March 29 – Classic RAD Behaviors: Predictable, but Still Not Fun

For the most part the past two weeks have been ordinary (as ordinary as it gets for Ana). She did pull two classic RAD moves, though, that I think are worth noting.

First, I decided it was time to finally put up the wall stickers she got for Christmas. I had been waiting for a relatively stable time so she wouldn’t immediately rip them down. I thought a calm Tuesday afternoon was the perfect time.

These stickers are totally Ana! They are neon paisley peace signs – very teen looking, which is what Ana is all about these days.

We went down to her bedroom and she was excited. I let her pick where on the wall to put the stickers and then I put them up for her. The first one went great. All smiles and giggles.

Then the evil RAD monster came into the room. Like a switch Ana began screaming, kicking her pillows and bed, hitting herself and reacting in pure rage.

Now, the typical person would have reacted with anger, saying something like this, “Why are you so upset? There is nothing to be upset about. I bought these expensive stickers for you and this is how you act?? See if I ever get you nice things again!” and then hey would leave the room angry.

But, understanding RAD, I didn’t say this but instead continued on as if nothing was wrong. I kept my attitude nice and happy and didn’t make a big deal over her behavior. And I’m happy to report the stickers are still up!

Why did she do this? My best guess is because it made her REALLY happy and she felt all loved when I began putting up HER stickers in HER room. Her pervasive shame does not allow for those feelings, so she resorted to what is allowed – anger. I wish I understood more of why RAD brains do that, but sadly I don’t.

I pull a lot of my reactions from the book, Building the Bonds of Attachment, and that’s how I tried to model my behavior in this episode. I think it worked.

Her second classic RAD moment was when my husband and I went on a date and left her and her siblings with a sitter. Ana HATES when we go on a date. She wants to go with us. So, since she can’t go with us, she pulls out her best stuff for the sitter guaranteeing a frantic call to me mid-dinner that (hopefully) will bring us back home.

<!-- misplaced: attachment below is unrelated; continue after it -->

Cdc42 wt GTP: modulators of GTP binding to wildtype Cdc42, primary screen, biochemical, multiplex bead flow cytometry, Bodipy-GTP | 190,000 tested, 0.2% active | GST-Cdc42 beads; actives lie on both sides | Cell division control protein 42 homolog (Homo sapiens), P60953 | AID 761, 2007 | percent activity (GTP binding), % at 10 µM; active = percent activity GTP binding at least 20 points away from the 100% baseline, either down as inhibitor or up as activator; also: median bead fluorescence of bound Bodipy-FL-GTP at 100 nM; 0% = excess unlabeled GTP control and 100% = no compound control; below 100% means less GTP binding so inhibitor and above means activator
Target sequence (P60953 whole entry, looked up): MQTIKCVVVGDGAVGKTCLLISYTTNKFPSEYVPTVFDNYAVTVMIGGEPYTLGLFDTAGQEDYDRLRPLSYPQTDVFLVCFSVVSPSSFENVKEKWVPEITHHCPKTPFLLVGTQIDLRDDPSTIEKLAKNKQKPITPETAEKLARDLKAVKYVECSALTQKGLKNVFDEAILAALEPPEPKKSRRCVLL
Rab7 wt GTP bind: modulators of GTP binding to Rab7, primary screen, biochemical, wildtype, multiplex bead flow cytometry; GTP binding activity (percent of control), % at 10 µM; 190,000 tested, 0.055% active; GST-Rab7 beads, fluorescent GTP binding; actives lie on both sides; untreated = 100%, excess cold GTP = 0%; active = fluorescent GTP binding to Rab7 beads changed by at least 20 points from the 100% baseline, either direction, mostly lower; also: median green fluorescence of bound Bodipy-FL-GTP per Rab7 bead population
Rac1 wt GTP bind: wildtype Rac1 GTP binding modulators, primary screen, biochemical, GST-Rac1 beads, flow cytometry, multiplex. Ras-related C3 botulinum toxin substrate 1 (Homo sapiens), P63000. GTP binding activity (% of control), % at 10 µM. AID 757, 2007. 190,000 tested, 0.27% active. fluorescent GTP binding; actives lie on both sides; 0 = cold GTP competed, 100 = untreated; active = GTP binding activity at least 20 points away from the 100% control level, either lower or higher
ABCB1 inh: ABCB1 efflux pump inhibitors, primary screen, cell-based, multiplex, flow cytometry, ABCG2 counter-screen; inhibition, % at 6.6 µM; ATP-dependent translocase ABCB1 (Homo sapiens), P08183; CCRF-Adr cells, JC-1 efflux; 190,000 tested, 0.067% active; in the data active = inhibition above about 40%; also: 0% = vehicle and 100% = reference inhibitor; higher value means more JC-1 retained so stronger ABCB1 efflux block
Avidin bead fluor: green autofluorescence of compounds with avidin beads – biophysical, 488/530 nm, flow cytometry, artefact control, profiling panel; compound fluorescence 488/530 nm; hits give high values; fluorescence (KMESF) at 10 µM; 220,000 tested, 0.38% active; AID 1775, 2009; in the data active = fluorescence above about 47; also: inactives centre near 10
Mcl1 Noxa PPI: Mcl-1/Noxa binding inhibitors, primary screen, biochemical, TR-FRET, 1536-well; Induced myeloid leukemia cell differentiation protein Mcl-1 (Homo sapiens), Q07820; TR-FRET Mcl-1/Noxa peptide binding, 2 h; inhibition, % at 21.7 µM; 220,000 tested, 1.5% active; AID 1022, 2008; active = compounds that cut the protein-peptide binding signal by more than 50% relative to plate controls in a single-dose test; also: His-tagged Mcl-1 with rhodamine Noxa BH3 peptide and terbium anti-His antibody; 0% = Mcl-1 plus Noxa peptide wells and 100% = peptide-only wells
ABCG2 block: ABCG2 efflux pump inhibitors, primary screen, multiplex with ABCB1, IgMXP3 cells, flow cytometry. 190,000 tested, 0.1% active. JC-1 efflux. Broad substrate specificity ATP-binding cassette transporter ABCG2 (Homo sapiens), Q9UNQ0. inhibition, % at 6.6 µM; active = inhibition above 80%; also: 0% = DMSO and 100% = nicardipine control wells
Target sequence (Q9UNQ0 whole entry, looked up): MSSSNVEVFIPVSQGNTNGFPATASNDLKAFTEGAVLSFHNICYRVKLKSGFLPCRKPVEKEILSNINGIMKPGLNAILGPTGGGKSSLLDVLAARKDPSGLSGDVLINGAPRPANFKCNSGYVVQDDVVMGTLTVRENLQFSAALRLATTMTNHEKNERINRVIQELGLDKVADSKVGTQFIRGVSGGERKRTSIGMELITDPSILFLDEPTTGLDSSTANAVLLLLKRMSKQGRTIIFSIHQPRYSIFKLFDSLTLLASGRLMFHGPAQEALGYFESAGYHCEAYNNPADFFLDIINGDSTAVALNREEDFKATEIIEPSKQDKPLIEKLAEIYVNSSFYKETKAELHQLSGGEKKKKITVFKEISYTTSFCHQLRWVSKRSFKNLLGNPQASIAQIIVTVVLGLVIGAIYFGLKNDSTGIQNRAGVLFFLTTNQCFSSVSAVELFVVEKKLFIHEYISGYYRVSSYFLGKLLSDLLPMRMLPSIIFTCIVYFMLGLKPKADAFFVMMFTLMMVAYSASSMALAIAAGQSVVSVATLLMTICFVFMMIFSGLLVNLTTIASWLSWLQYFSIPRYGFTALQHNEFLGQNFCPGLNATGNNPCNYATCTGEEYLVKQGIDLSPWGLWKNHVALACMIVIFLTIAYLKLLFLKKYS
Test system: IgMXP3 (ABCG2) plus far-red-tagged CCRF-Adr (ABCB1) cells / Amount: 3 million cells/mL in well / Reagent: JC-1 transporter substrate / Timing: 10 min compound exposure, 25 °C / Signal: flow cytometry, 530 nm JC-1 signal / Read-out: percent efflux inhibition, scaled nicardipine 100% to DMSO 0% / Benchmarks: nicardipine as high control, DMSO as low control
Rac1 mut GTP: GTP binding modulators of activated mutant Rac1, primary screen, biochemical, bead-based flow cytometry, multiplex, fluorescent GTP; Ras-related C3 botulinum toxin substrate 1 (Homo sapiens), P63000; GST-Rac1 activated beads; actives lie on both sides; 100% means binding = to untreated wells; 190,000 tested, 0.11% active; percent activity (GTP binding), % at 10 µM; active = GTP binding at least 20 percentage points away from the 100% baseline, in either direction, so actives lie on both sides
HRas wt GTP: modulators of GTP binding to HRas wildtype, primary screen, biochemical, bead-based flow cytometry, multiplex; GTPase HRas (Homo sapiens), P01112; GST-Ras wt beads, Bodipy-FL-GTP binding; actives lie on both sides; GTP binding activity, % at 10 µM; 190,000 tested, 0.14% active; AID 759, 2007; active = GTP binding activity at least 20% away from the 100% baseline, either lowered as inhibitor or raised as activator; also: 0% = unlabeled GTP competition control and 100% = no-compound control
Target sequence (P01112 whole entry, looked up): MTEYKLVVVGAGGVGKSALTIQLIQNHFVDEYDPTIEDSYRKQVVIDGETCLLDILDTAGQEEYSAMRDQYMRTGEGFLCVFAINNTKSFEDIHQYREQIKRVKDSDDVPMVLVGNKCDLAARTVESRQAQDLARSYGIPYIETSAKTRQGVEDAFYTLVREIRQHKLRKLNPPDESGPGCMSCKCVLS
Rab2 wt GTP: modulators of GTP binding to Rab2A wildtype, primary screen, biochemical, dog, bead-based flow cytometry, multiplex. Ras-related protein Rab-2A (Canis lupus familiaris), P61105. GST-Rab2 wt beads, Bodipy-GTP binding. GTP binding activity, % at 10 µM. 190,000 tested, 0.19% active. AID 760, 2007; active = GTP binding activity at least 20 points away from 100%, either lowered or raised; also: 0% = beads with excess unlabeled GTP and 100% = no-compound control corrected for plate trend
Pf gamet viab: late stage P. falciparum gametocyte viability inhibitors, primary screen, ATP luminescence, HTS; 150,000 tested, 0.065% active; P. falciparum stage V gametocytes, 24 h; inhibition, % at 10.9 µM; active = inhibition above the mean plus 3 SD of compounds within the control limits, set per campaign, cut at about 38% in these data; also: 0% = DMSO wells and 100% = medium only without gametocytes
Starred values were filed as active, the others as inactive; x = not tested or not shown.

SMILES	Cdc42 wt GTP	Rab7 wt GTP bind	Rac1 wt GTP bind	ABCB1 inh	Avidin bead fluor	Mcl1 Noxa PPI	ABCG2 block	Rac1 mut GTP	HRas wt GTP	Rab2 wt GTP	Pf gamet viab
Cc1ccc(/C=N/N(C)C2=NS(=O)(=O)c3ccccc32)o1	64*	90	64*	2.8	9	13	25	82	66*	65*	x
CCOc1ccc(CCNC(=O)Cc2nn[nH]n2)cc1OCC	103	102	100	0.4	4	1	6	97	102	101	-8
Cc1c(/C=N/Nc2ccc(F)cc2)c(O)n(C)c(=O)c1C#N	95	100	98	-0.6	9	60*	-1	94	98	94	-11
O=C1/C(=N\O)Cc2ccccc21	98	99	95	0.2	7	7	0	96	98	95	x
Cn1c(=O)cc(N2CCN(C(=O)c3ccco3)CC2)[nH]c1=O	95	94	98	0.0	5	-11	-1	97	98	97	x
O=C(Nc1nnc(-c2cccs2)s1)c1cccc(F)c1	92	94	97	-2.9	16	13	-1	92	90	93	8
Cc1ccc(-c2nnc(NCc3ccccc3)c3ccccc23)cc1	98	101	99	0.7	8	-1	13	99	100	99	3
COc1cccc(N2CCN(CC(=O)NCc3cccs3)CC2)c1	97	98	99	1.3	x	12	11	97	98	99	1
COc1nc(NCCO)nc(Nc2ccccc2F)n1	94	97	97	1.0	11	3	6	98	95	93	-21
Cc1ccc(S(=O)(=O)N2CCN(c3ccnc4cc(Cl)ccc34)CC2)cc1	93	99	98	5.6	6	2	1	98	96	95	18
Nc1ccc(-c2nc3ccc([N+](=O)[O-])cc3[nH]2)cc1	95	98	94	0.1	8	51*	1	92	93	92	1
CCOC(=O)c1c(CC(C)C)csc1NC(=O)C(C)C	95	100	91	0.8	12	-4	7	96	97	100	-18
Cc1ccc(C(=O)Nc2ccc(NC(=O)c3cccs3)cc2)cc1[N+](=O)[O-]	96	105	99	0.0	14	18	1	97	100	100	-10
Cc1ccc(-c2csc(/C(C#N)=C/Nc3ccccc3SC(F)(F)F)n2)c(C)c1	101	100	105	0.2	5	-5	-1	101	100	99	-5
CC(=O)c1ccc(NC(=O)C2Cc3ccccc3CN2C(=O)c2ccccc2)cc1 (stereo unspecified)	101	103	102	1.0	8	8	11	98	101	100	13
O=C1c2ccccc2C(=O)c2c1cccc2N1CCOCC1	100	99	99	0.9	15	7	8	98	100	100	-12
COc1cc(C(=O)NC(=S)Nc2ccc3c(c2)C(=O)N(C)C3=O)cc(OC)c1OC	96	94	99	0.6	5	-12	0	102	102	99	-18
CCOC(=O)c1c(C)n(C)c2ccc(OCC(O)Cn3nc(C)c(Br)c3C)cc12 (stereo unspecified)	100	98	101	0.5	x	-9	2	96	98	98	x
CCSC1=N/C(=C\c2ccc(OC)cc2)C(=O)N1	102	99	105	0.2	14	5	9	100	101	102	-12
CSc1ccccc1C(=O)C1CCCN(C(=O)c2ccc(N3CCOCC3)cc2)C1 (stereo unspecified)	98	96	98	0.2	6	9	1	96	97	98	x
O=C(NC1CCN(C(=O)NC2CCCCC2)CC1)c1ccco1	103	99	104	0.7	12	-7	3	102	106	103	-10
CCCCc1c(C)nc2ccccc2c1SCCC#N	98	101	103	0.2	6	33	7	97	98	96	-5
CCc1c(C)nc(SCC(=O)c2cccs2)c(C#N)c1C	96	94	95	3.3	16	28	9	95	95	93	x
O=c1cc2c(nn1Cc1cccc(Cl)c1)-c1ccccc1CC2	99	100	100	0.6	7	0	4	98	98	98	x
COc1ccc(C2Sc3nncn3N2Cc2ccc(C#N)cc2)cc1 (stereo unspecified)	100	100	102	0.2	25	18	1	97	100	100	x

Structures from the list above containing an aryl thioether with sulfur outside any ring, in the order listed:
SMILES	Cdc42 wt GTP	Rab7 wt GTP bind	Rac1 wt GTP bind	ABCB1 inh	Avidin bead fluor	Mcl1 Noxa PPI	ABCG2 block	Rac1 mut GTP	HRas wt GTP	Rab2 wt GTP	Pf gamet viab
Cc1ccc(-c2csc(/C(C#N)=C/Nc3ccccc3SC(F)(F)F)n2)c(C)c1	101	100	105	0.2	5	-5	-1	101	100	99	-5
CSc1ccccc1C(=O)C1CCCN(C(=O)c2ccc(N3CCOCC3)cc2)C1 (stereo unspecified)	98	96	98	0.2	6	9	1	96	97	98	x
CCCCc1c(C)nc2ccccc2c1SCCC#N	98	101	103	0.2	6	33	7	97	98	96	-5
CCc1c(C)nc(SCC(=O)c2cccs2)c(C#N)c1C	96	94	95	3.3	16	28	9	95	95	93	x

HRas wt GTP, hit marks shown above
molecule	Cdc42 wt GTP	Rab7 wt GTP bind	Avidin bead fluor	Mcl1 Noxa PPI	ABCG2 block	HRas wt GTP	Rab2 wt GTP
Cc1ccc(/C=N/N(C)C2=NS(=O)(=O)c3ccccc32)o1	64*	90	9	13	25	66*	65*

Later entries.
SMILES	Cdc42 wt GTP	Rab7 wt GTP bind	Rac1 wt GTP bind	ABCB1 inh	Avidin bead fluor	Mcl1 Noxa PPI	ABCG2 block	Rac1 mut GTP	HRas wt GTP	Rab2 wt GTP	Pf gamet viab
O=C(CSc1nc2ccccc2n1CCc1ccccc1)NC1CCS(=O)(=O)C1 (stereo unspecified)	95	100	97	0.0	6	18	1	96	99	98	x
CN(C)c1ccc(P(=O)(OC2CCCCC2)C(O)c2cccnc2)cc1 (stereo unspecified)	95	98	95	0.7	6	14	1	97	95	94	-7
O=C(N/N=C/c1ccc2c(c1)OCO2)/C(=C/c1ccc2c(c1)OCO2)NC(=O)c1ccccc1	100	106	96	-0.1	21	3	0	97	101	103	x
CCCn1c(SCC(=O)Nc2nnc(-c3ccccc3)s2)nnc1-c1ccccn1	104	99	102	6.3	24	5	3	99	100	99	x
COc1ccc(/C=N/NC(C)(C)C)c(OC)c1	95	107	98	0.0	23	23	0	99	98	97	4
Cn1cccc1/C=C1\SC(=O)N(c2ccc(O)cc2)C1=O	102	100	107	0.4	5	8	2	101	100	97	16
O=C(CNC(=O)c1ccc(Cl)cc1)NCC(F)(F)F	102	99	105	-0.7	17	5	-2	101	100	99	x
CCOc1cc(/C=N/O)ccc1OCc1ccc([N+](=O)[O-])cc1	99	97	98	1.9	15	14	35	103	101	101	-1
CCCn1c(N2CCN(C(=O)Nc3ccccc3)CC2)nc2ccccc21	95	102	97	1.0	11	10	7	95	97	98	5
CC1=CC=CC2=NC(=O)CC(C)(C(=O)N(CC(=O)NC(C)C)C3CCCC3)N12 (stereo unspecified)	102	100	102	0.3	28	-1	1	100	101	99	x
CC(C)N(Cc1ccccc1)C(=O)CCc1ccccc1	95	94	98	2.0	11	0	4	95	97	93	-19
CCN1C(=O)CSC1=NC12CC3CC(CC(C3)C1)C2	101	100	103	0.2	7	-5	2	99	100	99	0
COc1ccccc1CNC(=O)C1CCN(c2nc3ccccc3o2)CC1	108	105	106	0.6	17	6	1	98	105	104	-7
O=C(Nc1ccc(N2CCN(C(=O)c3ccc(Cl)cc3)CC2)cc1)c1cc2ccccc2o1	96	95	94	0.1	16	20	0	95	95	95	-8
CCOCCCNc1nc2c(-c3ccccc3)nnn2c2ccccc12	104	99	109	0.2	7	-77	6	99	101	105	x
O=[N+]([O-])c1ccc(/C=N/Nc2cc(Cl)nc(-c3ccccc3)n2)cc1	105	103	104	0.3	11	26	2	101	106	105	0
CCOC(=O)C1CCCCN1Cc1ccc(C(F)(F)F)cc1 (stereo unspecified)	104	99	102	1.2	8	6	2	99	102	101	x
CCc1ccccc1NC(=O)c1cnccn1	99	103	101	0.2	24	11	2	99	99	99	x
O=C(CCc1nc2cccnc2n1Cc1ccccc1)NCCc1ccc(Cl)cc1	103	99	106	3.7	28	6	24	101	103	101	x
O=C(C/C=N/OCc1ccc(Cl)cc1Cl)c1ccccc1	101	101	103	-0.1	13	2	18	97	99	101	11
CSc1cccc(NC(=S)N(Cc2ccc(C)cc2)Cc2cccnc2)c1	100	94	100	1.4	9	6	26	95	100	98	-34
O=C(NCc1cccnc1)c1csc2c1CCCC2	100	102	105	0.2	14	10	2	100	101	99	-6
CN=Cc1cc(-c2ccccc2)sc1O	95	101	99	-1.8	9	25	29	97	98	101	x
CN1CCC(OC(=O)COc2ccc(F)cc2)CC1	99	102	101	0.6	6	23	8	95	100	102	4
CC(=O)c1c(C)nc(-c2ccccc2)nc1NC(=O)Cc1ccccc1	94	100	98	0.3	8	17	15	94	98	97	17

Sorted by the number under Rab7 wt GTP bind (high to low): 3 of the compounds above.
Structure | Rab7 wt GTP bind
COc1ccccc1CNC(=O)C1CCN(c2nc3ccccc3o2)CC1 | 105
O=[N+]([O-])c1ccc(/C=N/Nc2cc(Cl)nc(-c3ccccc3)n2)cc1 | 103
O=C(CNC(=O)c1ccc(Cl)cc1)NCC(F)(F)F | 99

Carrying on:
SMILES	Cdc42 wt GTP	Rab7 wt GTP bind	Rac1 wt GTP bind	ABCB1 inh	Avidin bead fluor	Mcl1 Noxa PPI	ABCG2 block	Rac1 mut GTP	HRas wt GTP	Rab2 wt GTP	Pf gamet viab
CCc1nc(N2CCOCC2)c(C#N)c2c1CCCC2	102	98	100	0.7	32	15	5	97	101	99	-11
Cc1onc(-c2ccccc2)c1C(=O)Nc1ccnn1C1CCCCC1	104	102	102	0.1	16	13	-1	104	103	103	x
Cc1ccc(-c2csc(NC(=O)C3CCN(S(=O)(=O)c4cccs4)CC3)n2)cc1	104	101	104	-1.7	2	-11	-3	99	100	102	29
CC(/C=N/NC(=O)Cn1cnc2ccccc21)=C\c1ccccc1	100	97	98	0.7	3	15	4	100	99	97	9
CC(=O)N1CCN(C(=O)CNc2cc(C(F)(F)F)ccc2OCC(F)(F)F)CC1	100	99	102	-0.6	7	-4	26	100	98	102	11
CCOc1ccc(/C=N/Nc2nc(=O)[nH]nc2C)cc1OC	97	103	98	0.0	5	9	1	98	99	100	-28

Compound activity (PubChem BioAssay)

This time, she got naked and trashed the storage room in the basement.  We got the call 20 minutes into dinner. I told the sitter to go ahead and give her the sleepy pills and hold her (if needed) for 20 minutes until they kicked in.

I felt bad for the sitter (even though she is trained to handle Ana and her pay DEFINITELY reflects that), but I couldn’t let Ana win that one.

After dinner we did come home for a minute before moving on to our next activity. We pretended like we forgot something. Ana was already in bed so we left well enough alone.

Why does she behave like this?  I figure it’s part separation anxiety (she has bonded with me but we haven’t moved much further than about the 10 month stage developmentally) and part ‘if I don’t get my way, you’ll pay’ which Ana is famous for.

All we can do is continue living our lives showing Ana that even though her feelings might propel her to behave atrociously, we still love her and will always come home to her at the end of the night.

Have any of you found ways to lesson the stress of sitter nights? We typically don’t go out when she is with us because of this. You don’t want to know how many sitters we have gone through!


November 26 – Jealousy issues

potty training

potty training

Today was pretty good for Ana. Her agitation was markedly decreased when I picked her up at school. She did get upset at home because I was helping her sister make a movie. She was jealous of my time but there wasn’t much I could do about it. She did earn bringing logs to the porch as a consequence for throwing a fi but she did it without much fuss (mainly b/c I helped her).

At bedtime she was making lots of yucky noises (still because I was helping her sister) and I told her she had to go to bed if that was what she was going to do. She protested a lot and promised she’d be quiet. I told her I’d give her one more chance but if she made her yucky noises she was going to bed – no questions. She said she understood. Less than three minutes later she went to the bathroom and started screaming. When I told her that was her last chance and it was bed time she didn’t argue. She took ownership!! This is a huge milestone for us!

Once in bed she made a little noise but was not destructive or self-injuring.